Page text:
Viscount Matt Ridley: Protesters storm coalmine on prominent climate change sceptic's estate in Northumberland

The group halted the mine's production by chaining themselves to a giant excavator

Protesters have stormed a coalmine on the Northumberland family estate of Viscount Matt Ridley, a prominent climate change sceptic and Conservative member of the House of Lords, halting production by chaining themselves to a giant excavator.

It is the first action from a new protest group called Matt Ridley’s Conscience. The group says it is targeting the Conservative peer because he is a member of the political and media elite who benefits financially from extolling the virtues of fossil fuels and playing down the threat of climate change.

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Viscount Matt Ridley is a prominent climate change sceptic (Rex)

A group of 12 protesters entered Ridley’s 18th-century Blagdon Estate at 6am yesterday, some chaining themselves to a 500-tonne coal excavator in the depths of the open-cast mine. Others handcuffed themselves together inside drainage pipes by the front gate of the site.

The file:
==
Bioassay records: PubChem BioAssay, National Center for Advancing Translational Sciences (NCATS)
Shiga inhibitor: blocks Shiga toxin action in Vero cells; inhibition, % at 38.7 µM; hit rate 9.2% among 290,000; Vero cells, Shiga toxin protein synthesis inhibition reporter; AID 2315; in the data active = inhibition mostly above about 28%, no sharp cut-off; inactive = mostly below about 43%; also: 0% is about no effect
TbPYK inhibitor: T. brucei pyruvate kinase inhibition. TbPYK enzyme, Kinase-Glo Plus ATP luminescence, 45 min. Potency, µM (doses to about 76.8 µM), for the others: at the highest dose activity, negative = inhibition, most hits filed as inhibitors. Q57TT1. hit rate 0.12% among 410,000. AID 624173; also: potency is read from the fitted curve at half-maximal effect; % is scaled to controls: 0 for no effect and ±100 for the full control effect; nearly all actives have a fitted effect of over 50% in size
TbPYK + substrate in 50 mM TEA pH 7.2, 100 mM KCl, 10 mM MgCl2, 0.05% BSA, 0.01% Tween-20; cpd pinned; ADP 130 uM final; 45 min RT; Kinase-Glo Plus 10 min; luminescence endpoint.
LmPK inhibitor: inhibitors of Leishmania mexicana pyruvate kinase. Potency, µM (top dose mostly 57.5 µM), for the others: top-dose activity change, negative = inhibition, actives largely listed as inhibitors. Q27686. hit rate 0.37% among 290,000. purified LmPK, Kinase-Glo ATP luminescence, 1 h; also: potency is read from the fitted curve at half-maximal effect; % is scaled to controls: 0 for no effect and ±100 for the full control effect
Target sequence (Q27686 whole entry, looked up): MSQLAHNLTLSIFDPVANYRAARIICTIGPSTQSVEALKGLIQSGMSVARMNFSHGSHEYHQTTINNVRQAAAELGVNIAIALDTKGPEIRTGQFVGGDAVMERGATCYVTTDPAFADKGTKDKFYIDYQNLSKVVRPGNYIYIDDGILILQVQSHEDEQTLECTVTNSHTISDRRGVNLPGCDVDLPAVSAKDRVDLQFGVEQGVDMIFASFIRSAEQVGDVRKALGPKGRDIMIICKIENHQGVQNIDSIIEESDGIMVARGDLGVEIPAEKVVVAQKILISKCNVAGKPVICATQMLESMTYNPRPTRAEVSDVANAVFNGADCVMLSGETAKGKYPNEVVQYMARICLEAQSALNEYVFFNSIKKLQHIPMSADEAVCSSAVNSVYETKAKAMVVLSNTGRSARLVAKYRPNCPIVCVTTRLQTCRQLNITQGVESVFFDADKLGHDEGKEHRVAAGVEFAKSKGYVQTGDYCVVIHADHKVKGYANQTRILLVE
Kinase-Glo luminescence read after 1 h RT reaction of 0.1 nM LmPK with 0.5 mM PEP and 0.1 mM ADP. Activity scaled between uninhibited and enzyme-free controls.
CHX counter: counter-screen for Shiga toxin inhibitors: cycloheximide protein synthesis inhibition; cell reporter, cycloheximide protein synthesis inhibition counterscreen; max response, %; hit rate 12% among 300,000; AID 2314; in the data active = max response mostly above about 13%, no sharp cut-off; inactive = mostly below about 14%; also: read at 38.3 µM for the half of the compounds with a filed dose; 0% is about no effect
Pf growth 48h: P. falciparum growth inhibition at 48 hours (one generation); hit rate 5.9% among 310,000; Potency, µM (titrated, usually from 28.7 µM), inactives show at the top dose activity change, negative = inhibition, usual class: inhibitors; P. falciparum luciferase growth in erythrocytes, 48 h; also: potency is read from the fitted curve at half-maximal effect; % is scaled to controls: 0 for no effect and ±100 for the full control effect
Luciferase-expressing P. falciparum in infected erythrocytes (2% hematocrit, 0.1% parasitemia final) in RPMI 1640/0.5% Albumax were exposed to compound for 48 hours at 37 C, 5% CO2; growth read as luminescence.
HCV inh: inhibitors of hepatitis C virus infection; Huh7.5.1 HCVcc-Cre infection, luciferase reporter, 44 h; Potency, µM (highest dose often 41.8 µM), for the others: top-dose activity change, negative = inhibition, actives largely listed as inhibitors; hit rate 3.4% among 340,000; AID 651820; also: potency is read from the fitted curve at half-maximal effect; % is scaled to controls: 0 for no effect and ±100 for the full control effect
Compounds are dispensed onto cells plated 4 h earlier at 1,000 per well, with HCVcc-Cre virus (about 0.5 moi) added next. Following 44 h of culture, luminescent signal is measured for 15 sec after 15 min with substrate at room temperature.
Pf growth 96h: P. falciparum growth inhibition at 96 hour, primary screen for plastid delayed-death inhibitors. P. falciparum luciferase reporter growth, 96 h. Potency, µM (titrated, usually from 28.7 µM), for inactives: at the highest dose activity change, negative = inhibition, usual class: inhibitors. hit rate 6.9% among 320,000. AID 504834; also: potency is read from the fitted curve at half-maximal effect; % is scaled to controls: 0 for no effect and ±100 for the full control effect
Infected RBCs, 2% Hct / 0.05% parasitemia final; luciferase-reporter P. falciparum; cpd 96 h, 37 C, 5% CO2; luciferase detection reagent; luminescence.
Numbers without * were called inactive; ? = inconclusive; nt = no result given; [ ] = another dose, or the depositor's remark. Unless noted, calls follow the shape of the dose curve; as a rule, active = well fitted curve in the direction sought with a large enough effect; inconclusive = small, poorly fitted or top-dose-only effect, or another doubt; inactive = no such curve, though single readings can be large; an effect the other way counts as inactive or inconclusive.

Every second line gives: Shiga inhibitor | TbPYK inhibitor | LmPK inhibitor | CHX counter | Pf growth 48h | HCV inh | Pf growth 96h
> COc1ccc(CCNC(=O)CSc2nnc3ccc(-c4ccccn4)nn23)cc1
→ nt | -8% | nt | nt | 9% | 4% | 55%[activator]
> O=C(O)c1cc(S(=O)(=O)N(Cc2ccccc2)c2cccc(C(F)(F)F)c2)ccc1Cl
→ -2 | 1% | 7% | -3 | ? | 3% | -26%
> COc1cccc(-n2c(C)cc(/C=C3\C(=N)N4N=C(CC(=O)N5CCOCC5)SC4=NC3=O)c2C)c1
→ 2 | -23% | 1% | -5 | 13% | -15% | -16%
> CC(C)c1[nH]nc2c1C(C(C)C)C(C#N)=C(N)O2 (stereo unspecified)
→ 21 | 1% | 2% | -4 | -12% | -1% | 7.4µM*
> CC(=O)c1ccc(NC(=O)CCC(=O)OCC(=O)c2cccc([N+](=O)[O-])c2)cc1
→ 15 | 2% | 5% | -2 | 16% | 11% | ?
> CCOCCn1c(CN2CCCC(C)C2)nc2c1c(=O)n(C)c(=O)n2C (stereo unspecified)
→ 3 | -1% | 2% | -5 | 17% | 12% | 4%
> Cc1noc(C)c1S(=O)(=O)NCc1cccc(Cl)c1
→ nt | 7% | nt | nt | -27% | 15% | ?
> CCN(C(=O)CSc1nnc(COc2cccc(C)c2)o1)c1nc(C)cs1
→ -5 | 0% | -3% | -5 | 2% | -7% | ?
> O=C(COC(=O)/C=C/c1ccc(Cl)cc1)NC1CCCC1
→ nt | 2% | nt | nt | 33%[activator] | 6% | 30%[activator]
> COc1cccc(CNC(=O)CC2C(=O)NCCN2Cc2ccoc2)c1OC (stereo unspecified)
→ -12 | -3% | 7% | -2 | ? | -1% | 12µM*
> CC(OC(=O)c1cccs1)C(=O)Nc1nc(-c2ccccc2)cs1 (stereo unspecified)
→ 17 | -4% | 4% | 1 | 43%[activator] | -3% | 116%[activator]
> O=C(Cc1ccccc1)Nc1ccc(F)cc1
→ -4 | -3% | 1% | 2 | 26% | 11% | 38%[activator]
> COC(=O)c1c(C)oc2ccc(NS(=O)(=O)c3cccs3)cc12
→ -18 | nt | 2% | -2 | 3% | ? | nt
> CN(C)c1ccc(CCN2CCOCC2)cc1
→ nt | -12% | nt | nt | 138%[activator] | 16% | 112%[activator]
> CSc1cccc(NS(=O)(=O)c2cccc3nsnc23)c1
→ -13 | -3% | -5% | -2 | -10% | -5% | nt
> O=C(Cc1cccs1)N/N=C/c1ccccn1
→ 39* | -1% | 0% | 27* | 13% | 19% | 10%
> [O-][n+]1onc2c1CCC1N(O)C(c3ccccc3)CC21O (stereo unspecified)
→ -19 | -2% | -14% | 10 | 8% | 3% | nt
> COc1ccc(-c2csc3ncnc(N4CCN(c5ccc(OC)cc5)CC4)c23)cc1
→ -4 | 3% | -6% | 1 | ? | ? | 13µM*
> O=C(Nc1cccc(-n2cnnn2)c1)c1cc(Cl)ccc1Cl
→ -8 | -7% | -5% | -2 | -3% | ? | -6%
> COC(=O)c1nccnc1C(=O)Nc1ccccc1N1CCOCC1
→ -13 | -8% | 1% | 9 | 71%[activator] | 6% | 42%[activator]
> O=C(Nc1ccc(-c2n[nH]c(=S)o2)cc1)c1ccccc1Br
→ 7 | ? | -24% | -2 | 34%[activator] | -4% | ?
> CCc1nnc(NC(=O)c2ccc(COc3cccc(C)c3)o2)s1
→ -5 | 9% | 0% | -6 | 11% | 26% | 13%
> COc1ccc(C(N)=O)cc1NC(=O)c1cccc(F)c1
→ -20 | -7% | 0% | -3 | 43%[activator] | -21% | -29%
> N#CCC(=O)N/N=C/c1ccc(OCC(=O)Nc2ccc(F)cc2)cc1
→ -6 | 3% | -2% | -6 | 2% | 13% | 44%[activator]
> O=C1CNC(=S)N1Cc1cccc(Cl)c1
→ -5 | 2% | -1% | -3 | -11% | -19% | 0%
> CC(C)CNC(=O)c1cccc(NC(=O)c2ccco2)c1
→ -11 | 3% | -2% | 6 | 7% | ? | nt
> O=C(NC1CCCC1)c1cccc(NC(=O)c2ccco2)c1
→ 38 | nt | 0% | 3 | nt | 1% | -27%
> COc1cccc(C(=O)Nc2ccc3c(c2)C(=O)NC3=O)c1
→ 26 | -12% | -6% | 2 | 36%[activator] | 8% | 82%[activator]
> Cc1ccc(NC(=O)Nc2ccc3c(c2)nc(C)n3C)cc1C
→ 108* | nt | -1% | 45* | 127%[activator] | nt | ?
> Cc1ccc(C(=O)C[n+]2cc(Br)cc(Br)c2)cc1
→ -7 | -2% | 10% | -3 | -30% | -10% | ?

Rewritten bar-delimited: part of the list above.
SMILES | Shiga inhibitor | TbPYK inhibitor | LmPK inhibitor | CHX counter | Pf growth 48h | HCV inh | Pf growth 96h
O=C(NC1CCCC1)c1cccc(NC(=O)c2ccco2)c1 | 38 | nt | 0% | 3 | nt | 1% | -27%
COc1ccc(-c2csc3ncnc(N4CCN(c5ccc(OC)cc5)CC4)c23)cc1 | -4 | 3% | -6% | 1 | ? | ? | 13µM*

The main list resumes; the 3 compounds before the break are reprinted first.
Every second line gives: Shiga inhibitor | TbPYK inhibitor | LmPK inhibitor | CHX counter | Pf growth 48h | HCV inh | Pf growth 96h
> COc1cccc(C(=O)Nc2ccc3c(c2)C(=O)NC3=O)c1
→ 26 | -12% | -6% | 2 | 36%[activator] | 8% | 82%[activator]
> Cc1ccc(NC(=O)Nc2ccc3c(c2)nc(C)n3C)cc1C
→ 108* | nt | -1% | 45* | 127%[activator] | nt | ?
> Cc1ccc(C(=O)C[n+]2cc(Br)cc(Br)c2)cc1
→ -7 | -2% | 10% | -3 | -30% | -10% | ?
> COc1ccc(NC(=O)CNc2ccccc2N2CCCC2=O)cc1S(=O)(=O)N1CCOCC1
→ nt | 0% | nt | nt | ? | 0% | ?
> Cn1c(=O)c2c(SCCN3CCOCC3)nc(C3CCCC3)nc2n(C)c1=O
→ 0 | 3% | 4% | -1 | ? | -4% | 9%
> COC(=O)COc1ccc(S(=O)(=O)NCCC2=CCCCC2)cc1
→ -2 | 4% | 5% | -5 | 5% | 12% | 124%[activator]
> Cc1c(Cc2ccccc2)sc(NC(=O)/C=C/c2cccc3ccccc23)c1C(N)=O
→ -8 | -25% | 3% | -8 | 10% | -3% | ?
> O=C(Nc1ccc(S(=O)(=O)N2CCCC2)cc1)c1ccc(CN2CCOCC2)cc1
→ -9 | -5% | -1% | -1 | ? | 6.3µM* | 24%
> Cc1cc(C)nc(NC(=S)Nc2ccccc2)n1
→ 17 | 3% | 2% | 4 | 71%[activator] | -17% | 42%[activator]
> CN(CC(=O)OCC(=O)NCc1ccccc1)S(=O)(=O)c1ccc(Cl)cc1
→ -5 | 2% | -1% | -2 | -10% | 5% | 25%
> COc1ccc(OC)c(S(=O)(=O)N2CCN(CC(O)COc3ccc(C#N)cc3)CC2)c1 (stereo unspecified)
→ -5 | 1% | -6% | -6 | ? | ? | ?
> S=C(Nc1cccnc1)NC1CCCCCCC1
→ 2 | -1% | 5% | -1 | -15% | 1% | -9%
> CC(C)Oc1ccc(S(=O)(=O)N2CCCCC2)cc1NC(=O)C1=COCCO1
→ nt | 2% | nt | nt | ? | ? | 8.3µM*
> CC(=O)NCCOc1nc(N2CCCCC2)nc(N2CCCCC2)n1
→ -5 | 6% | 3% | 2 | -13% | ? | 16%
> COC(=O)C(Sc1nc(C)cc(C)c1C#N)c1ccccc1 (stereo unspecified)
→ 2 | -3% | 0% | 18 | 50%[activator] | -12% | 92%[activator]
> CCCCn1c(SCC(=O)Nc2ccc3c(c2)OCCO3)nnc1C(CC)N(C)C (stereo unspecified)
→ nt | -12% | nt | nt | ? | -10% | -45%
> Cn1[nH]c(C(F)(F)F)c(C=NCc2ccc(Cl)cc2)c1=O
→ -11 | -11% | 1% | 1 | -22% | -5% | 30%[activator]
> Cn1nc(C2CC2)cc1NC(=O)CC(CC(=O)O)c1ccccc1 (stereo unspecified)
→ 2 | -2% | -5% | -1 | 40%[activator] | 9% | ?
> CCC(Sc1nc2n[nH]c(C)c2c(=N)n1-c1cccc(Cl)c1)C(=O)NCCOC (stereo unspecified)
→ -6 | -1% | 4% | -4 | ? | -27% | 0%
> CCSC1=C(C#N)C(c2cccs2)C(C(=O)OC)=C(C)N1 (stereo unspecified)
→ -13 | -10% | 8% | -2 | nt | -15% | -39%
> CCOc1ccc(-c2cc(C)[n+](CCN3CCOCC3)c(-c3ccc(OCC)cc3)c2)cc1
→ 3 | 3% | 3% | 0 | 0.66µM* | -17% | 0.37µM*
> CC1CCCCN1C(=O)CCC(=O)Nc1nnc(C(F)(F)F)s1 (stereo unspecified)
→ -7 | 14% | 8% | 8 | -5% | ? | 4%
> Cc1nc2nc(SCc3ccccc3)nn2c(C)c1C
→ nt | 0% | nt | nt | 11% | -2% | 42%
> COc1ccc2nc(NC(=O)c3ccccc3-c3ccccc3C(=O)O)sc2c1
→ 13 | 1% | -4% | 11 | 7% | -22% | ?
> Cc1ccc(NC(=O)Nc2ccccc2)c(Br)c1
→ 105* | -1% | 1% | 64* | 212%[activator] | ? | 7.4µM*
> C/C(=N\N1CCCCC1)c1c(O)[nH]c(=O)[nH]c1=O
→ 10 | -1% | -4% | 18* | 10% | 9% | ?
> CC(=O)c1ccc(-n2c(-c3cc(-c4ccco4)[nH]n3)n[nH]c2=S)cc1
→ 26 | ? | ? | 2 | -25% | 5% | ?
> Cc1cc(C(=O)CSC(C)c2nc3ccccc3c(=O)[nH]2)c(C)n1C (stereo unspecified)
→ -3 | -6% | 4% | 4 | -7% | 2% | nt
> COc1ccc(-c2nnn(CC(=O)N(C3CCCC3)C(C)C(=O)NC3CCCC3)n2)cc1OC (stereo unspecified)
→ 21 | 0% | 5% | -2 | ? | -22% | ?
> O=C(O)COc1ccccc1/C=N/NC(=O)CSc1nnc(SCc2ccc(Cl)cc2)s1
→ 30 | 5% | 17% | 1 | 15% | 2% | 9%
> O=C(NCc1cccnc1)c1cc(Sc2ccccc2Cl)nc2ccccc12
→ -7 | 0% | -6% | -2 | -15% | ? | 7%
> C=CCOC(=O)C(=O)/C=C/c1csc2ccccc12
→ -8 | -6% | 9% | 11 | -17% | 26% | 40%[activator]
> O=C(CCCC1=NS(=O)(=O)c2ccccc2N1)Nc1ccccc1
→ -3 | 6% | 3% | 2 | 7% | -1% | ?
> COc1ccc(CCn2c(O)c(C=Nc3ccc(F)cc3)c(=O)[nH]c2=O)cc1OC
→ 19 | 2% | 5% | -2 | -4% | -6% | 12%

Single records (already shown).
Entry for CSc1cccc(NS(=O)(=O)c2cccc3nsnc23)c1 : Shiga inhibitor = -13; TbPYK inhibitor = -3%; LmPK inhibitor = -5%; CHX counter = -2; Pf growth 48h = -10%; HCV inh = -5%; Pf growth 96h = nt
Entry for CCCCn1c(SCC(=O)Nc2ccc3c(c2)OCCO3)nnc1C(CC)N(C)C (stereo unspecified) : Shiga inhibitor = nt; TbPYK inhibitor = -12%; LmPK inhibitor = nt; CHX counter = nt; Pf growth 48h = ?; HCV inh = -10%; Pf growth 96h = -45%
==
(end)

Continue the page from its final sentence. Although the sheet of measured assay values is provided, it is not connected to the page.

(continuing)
“Gone are the days when mining benefited millions – now open-cast mining lines the pockets of millionaires like climate sceptic Matt Ridley, whilst destroying the landscape and cooking the planet,” said Ellen Gibson, one of the activists at the front gate.

The Shotton mine is England’s largest open-cast coalmine and the Ridley family receives a portion of the profits in return for allowing access to the land. At the same time, Ridley is a self-styled “climate lukewarmer” and writes regular newspaper columns championing fossil fuels – although he is open about his involvement in the industry.

“Matt Ridley is a climate sceptic who makes money from open-cast coalmining and also has tremendous media and political connections. He is a member of the landed aristocracy who promotes his views about climate change and fossil fuels through a column in The Times,” said Robert Grayson, another member of Matt Ridley’s Conscience.

Ridley believes that global warming is only happening very slowly and poses no significant threat to the planet.

Speaking recently in a House of Lords debate, he pointed out that rising volumes of atmospheric carbon dioxide have pushed up the volume of plants and crops, adding: “Fossil fuels do not have anything to be ashamed of, and have much to be proud of.”

He declined to comment on the protest. However, Robert Downer, chief executive of the Blagdon Estate, said: “I know that Matt Ridley has always been clear and open about his mining interests, as well as on his views on climate and energy policy, and that he has also been a champion of utilising shale gas as a suitable future source of energy.”

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